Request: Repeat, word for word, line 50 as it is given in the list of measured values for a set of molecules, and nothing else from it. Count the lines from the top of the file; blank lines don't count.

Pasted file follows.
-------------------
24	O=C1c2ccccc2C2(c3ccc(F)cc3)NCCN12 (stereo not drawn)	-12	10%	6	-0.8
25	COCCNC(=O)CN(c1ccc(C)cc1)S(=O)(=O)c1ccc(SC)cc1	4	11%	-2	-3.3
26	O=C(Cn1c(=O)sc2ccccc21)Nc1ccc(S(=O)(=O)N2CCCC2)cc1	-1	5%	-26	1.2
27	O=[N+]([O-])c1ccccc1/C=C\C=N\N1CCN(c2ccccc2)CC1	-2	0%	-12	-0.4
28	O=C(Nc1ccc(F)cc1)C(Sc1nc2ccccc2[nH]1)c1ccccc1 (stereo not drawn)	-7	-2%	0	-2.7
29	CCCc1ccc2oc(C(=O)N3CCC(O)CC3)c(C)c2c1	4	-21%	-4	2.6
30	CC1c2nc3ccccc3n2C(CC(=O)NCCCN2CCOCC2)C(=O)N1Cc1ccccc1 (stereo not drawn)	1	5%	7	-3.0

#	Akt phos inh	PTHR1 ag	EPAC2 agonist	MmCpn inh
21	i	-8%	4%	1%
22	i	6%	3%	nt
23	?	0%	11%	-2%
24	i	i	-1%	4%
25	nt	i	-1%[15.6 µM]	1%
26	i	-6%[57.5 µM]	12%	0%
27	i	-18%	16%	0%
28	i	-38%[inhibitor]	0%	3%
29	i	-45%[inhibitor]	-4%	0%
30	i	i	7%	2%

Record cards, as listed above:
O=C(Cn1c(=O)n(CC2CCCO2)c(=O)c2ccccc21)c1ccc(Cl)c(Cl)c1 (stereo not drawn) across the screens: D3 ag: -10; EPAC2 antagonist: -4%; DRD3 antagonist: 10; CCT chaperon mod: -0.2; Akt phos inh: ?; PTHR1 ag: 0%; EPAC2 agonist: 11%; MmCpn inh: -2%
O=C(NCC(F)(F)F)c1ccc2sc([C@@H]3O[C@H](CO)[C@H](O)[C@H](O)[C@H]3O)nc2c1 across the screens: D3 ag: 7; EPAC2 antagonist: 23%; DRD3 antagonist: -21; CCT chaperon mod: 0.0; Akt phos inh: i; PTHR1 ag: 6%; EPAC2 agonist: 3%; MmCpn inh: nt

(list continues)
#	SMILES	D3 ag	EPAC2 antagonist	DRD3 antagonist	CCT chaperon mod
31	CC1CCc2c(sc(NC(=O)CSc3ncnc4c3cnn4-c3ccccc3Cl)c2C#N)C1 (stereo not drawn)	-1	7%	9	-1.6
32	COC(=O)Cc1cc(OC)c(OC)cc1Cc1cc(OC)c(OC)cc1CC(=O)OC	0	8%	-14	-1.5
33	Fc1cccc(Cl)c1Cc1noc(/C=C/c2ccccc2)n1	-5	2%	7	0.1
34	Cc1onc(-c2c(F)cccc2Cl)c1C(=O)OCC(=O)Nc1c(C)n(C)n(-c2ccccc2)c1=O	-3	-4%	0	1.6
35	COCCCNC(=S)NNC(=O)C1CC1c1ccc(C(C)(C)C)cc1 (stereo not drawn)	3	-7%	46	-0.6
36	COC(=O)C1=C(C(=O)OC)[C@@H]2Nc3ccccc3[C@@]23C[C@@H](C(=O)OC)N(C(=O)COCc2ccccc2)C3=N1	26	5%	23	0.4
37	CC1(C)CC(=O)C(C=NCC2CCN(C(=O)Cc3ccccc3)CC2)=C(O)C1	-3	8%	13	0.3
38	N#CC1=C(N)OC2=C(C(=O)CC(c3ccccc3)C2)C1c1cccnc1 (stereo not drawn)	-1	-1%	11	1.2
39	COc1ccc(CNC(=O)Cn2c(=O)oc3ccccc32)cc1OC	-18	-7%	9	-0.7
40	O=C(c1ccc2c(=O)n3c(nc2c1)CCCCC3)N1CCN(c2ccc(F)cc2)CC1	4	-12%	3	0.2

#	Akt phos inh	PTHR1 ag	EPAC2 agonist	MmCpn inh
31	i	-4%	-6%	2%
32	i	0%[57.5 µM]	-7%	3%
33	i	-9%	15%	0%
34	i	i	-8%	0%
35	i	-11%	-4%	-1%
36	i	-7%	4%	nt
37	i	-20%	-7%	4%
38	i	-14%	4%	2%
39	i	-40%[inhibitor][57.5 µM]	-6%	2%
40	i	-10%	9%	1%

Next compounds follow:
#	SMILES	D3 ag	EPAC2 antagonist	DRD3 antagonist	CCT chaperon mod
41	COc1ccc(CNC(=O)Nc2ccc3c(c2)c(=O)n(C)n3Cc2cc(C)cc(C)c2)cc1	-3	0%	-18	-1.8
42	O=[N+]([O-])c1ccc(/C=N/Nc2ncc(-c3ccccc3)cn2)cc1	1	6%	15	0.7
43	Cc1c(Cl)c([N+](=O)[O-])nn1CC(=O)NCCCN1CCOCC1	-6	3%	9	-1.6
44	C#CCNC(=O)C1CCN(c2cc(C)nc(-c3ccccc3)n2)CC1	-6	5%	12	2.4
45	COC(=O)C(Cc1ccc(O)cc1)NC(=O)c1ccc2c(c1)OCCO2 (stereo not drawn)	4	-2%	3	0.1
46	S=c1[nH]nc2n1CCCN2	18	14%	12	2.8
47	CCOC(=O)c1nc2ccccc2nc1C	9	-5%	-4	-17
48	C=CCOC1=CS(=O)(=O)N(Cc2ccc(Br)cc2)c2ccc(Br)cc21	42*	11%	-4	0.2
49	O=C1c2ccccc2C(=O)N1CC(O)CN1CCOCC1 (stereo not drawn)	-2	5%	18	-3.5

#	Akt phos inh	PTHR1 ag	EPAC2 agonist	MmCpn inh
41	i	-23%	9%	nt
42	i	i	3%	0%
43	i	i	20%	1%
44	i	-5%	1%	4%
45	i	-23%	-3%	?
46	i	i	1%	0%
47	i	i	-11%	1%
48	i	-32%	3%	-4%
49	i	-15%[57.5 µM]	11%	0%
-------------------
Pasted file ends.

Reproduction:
44	C#CCNC(=O)C1CCN(c2cc(C)nc(-c3ccccc3)n2)CC1	-6	5%	12	2.4